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Film / Hangman's Knot

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Hangman's Knot is a 1952 American Western film written and directed by Roy Huggins and starring Randolph Scott, Donna Reed and Lee Marvin.

In 1865, a troop of Confederate soldiers led by Major Matt Stewart attack the wagon of gold escorted by Union cavalry and the soldiers are killed. The only wounded survivor tells that the war ended one month ago, and the group decides to take the gold and meet their liaison who that knew that the war ended but did not inform the troop. The harsh Rolph Bainter kills the greedy man and the soldiers flee in his wagon driven by Major Stewart. When they meet a posse chasing them, Stewart gives wrong information to misguide the group; however, they have an accident with the wagon and lose the horses. They decide to stop a stagecoach and force the driver to transport them, but the posse returns and they are trapped in the station with the passenger. They realize that the men are not deputies and have no intention to bring them to justice but take the stolen gold.

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Tropes:

  • Attempted Rape: Rolph Bainter forces nurse Molly Hull up against the wall and attempts to force himself on her. Her scream brings Major Stewart who settles matters with his fists.
  • Authority Equals Asskicking: Major Stewart proves his fitness to command The Remnant by laying a No-Holds-Barred Beatdown on Psycho Party Member Rolph Bainter after Bainter's Attempted Rape of Molly.
  • Blasting It Out of Their Hands: On hearing the Union captain's empty pistol click, Jamie spins and shoots the gun out of hand. He later repeats the trick when Rolph attempts to draw on the Major.
  • Closest Thing We Got: Molly, a Union army nurse, operates to remove the bullet from Egan's back. Justified, as she is a Civil War veteran who would have a lot of experience with battlefield surgery and specifically removing bullets.
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  • Extremely Short Timespan: The action unfolds over 2-3 days. (It's not clear exactly how long Major Stewart and his men spend travelling after Peterson is killed, but it can't be more than a day or so.)
  • Inconveniently Vanishing Exonerating Evidence: A self-inflicted version occurs when Psycho Party Member Rolph Bainter shoots and kills the Confederate officer who betrayed them, but who was also the only one who could have testified that they were acting under orders and did not know the war was over when they massacred the pay train and stole the gold shipment.
  • Medicine Show: Undercover Confederate army agent Captain Peterson is posing as a patent elixir salesman and traveling in a medicine show wagon. After he is killed, Major Stewart and his men use the wagon for their own cover while traveling.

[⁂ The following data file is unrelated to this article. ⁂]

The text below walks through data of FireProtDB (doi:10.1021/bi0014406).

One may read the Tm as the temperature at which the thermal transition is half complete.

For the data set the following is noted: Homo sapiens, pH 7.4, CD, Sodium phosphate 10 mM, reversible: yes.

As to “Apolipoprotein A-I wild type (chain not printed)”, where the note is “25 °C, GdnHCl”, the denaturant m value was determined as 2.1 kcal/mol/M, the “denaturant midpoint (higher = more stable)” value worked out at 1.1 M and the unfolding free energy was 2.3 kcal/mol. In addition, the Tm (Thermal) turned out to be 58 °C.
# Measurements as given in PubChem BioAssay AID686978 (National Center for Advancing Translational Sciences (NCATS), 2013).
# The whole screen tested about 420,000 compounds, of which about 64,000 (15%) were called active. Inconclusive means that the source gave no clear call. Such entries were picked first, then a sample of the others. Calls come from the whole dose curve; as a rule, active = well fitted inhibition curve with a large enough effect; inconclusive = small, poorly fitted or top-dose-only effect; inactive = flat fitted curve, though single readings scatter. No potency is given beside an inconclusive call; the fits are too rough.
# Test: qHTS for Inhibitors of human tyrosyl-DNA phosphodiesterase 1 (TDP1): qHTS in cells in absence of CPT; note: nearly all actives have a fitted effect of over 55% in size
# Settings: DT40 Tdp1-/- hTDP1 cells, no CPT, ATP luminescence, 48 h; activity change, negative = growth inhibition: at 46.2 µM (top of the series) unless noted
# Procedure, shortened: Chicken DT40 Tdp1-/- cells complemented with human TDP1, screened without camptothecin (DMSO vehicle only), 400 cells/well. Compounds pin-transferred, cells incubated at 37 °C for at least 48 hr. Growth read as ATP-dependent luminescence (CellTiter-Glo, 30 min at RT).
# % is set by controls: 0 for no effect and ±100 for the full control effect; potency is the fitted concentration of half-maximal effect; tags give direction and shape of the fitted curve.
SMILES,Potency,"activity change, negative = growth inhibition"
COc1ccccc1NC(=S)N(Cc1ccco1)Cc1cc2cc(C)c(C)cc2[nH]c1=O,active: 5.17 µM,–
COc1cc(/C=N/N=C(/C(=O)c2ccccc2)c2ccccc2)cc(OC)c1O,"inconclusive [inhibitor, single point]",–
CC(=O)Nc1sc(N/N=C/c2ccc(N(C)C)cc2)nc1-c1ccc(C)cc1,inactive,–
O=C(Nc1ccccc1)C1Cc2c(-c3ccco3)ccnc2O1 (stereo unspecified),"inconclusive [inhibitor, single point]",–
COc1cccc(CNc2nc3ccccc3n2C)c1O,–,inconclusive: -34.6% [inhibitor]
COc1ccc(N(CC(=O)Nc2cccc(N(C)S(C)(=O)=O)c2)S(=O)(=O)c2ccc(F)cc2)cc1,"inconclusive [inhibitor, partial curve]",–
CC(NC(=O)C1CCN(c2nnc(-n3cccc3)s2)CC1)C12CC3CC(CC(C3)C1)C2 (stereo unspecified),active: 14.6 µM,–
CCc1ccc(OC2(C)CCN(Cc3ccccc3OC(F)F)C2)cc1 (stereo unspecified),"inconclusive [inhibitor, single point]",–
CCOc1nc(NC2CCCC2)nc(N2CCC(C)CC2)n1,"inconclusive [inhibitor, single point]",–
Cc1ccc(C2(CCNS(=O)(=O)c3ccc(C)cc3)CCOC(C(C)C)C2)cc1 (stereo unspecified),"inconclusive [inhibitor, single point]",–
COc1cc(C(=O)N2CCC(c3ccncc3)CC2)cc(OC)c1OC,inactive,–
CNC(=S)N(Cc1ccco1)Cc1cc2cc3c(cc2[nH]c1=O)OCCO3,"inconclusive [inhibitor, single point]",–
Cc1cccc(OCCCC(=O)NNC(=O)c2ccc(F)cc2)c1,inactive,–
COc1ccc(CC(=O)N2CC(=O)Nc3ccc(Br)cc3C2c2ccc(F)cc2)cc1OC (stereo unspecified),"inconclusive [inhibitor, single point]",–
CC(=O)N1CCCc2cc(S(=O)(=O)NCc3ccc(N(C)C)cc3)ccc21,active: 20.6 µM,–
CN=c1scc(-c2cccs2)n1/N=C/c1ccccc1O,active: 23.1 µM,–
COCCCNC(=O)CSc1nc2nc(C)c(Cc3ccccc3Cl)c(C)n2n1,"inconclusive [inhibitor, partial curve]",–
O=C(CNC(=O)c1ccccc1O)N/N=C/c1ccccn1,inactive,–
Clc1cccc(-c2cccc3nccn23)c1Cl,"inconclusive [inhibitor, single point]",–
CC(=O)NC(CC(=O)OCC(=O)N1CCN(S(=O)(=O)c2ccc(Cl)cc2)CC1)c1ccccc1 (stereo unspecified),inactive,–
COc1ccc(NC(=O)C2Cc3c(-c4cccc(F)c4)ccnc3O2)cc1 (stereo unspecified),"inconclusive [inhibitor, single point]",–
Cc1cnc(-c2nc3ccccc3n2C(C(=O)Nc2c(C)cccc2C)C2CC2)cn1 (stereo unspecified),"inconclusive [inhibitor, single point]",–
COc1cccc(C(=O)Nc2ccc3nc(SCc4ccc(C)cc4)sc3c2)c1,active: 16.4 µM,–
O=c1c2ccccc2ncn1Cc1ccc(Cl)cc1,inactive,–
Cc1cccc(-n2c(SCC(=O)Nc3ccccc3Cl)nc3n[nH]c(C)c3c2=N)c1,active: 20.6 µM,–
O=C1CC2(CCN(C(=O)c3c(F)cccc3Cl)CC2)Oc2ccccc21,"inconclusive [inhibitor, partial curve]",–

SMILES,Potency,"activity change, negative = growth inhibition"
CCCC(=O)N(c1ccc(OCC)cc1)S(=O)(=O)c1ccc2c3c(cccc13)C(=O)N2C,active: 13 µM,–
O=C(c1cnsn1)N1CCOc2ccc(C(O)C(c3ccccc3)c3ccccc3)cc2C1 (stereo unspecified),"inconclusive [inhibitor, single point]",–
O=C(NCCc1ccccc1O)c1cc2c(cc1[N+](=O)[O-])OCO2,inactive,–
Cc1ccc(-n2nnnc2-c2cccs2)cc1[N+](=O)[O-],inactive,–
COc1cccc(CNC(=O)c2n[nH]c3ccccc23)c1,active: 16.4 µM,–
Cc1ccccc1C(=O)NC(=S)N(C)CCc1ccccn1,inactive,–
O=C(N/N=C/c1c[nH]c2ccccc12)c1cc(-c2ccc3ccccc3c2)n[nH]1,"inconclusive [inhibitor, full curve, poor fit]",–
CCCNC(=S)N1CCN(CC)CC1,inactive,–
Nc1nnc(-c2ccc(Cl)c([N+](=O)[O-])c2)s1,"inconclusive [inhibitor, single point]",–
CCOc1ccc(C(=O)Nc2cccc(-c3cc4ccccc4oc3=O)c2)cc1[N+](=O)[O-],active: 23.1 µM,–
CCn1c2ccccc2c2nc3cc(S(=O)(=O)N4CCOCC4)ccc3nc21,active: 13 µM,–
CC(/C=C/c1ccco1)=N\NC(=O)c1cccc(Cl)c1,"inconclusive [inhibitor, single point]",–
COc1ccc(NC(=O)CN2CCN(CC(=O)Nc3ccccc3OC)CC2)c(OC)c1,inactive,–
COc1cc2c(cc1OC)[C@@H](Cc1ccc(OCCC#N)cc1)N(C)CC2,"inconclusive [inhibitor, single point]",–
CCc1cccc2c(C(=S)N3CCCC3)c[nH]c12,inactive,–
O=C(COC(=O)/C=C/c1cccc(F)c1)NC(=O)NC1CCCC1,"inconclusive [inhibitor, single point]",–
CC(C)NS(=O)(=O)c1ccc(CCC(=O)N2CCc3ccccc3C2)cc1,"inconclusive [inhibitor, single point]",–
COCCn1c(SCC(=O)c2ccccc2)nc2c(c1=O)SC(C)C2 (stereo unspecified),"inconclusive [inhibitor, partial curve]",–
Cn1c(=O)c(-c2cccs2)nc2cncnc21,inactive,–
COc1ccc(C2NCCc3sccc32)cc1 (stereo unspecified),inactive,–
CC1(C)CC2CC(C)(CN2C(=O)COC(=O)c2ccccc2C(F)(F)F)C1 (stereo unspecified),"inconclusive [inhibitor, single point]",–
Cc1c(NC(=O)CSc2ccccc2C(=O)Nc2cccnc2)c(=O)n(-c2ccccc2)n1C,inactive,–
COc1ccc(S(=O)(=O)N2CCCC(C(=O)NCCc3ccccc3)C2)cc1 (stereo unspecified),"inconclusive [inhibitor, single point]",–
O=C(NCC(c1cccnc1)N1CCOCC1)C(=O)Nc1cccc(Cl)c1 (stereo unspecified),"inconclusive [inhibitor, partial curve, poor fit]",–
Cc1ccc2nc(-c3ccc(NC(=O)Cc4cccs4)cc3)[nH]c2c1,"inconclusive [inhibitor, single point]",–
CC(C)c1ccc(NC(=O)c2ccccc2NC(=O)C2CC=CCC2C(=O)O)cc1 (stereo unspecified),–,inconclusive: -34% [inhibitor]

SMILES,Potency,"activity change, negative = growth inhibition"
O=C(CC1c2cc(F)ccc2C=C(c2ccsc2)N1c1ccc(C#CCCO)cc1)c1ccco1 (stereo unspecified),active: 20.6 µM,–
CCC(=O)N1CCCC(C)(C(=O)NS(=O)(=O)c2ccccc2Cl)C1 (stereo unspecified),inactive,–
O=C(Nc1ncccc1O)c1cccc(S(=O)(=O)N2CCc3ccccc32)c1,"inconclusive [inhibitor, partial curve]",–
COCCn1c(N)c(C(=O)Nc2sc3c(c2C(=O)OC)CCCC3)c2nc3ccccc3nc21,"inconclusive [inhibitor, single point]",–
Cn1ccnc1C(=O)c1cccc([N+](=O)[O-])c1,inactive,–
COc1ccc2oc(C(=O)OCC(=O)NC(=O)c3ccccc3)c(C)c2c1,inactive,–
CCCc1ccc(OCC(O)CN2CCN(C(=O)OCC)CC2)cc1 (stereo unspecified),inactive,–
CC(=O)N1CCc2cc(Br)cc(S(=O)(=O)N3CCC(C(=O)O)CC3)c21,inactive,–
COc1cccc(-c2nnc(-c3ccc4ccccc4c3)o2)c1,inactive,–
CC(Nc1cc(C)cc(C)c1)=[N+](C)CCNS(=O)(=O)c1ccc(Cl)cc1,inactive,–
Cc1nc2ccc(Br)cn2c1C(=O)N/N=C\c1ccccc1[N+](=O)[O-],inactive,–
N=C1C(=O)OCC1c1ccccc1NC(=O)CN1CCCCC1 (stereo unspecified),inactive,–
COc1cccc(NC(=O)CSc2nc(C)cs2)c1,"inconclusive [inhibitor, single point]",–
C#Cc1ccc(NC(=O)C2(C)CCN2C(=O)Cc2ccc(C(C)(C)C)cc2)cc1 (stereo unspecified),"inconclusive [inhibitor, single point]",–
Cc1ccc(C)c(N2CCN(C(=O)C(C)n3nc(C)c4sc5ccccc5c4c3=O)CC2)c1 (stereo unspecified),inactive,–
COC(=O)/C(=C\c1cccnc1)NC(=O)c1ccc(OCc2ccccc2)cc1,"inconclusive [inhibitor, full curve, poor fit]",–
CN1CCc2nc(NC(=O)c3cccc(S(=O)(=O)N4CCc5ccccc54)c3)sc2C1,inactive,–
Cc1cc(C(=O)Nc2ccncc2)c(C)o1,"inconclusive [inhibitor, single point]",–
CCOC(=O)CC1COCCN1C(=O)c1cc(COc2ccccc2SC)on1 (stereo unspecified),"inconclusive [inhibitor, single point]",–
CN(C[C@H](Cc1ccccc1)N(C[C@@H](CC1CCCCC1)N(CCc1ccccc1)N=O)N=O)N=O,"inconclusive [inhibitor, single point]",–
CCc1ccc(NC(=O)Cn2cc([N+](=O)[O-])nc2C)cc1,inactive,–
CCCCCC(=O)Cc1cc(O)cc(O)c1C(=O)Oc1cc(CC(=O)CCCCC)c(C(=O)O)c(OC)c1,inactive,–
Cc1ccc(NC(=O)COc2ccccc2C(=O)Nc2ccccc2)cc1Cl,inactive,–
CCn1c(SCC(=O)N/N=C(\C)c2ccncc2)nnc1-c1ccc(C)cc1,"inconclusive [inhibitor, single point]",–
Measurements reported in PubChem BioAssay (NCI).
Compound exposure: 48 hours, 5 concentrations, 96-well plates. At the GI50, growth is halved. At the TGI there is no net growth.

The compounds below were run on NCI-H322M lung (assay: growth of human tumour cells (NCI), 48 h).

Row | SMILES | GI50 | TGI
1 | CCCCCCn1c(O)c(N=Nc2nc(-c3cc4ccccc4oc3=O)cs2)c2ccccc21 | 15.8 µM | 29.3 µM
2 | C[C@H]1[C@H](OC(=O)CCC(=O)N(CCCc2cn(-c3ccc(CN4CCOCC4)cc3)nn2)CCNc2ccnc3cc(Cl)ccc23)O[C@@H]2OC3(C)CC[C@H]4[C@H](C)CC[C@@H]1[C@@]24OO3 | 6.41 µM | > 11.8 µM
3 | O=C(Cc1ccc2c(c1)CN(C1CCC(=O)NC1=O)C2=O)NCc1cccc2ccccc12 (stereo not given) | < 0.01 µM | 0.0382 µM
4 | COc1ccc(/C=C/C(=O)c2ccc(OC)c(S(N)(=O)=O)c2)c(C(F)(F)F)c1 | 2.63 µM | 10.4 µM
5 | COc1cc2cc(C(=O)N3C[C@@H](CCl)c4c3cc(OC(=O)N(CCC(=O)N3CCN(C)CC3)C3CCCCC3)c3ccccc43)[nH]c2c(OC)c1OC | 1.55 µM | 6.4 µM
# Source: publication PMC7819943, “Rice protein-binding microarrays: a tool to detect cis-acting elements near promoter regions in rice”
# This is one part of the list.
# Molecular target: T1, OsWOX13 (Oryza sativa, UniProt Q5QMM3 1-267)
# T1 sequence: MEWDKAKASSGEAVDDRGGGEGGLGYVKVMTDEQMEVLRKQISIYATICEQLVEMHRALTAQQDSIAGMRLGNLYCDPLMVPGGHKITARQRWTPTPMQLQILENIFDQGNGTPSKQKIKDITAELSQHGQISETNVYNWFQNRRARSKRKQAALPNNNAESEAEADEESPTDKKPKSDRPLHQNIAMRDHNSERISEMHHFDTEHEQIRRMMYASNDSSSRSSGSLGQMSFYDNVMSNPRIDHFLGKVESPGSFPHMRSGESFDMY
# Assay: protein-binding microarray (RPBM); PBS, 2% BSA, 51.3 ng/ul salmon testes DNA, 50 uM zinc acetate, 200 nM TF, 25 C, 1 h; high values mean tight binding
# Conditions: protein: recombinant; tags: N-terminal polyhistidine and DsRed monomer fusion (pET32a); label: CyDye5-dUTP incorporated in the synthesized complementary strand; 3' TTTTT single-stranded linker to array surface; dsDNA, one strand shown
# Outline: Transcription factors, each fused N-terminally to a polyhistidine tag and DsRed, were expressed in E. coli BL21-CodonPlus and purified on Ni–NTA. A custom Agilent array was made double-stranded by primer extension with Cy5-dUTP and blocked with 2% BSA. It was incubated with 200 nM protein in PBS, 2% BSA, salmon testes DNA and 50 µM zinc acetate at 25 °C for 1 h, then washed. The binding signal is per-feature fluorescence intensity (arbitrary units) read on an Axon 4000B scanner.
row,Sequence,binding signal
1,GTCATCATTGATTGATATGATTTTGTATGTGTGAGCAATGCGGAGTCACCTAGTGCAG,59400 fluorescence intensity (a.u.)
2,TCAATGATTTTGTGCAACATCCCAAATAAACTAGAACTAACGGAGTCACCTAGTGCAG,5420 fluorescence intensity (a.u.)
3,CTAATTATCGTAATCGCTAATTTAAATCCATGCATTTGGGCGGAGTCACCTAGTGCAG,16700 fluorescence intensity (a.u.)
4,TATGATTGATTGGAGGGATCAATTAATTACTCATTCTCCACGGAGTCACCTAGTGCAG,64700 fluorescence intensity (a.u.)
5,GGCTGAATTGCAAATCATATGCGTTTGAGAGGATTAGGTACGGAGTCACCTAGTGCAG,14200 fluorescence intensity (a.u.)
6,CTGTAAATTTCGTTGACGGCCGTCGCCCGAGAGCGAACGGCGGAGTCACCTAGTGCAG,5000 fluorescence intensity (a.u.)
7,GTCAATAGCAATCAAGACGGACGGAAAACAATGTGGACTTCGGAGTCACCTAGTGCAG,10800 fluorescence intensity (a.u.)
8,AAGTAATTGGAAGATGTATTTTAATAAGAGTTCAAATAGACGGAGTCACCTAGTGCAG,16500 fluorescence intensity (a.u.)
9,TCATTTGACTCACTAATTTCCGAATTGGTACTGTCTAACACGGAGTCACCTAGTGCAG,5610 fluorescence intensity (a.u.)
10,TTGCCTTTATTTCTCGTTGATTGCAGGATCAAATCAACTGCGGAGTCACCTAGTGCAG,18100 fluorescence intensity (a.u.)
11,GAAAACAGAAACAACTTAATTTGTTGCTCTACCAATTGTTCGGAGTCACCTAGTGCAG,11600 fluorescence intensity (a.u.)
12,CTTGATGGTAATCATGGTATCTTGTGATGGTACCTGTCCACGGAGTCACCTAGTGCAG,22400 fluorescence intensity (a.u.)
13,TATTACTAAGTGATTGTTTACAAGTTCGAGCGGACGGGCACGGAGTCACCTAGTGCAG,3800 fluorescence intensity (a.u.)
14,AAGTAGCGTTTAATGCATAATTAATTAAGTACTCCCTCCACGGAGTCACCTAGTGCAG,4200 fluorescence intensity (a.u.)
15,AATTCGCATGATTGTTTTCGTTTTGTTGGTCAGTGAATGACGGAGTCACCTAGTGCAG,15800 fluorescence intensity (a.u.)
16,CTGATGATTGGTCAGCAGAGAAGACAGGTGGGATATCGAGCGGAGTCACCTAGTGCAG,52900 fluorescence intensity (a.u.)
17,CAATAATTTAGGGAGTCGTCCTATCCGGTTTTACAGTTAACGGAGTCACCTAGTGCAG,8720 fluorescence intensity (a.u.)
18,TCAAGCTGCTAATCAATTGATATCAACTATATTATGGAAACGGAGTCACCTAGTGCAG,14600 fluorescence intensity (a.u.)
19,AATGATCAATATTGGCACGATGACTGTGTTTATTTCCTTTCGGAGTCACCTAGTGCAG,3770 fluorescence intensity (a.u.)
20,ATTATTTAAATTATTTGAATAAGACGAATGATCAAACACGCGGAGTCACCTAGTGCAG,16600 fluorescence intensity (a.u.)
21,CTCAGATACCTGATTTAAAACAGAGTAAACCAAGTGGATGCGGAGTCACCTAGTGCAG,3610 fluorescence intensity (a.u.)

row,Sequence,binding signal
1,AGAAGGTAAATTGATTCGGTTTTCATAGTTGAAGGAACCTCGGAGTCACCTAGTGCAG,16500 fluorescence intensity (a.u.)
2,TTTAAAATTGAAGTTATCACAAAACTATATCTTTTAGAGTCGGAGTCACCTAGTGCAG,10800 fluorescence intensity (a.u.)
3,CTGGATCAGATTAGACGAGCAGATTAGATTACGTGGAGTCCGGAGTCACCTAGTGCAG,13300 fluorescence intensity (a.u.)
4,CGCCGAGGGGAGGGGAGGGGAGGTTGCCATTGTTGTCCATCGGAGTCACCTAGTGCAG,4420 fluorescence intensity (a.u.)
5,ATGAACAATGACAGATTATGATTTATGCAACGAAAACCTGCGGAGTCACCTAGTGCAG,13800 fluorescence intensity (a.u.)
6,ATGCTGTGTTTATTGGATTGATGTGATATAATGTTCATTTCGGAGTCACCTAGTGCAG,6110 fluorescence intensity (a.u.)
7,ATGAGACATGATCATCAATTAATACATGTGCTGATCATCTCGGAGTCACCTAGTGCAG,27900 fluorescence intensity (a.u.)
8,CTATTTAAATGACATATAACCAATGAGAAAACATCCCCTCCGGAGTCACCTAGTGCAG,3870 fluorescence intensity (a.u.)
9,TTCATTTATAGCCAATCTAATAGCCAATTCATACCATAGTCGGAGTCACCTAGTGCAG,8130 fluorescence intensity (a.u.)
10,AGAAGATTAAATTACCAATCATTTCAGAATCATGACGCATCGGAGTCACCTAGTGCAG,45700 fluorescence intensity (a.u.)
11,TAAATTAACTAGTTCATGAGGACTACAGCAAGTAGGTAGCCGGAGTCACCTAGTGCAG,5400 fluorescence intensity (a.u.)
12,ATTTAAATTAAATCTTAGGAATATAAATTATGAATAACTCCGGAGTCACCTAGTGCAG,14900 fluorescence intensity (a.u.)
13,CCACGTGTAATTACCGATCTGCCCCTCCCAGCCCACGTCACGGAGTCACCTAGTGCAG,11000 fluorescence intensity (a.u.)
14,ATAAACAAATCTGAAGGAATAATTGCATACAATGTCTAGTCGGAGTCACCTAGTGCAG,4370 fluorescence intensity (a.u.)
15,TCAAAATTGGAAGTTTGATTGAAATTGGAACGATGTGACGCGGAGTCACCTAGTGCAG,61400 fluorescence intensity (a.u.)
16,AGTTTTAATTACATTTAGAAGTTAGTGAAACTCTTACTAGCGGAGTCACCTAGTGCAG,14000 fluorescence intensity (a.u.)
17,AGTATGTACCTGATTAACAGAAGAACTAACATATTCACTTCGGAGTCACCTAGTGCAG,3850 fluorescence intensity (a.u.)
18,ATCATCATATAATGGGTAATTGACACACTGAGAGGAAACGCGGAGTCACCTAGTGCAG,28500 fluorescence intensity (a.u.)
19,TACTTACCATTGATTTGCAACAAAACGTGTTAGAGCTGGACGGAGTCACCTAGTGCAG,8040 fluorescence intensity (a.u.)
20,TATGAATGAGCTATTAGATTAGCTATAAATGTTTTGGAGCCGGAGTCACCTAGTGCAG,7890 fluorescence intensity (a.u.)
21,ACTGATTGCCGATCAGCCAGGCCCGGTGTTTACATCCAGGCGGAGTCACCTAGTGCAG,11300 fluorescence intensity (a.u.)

• New Meat: The fresh faced Jamie Groves who has never killed a man.
  • No-Holds-Barred Beatdown: Following Bainter's Attempted Rape of Molly, there is brutal fistfight between him and Major Stewart with not a single word exchanged.
  • Not Afraid to Die: After almost being lynched, Cass throws himself on top of a trapdoor to keep the Posse from coming through it, despite the risk of being shot. When Major Stewart points out how dangerous that was, Cass replies that when he had the rope around his neck, he gave himself up for dead, and he guesses he still isn't over it. Later, he sneaks out of the station to attempt to scatter the posse's horses, despite Stewart telling him it is too dangerous. He is spotted and gunned down by the posse.
  • Posse: Major Stewart and his troops are chased by group of drifters posing as a posse who intend to kill the Rebs and keep the gold for themselves.
  • Psycho Party Member: Rolph Bainter (Lee Marvin). His solution to every problem is to try to shoot it. He intends to shoot the unarmed and wounded Union captain, does gun down their treacherous liaison officer, and keeps threatening to shoot the hostages. He is barely kept in line by Major Stewart, and steps completely over it when he attempts to rape Molly.
  • The Remnant: A Confederate Major and his troops are falsely led to believe the Civil War is not over, and become wanted men after they attack a Union Army wagon train in Nevada.
  • Tragic Bigot: Mrs. Harris hates all Confederates because both her husband and son were killed fighting in the Civil War.
  • Troubled Sympathetic Bigot: Mrs. Harris is a Tragic Bigot who regards all Confederate soldiers as butchers because she lost her husband and her only son fighting for the Union in the Civil War. However, she starts to see the similarities between the New Meat Confederate soldier Jamie, who joined up after seeing his family killed and their farm burned to the ground during Sherman's March to the Sea, and her son. By the end of the film, her attitudes have changed, and she and her father offer Jamie a place on their property if he wants it, saying no one who is looking for him will ever find him there. Jamie accepts, vowing to return once he has officially surrendered and discharged himself for the Confederate army.
  • We Have to Get the Bullet Out: Egan is shot In the Back by the posse and badly wounded. After the troop and the hostages are holed up in the stage station, Molly, who used to be a nurse in the Union army, operates on him to extract the bullet: saying that she is doing so not because she wants to help the Confederates, but because she is a nurse and has no choice.
  • What a Drag: The leader of the renegade Posse is last seen being dragged away into the storm by his panicked horse with his foot caught in the stirrup.


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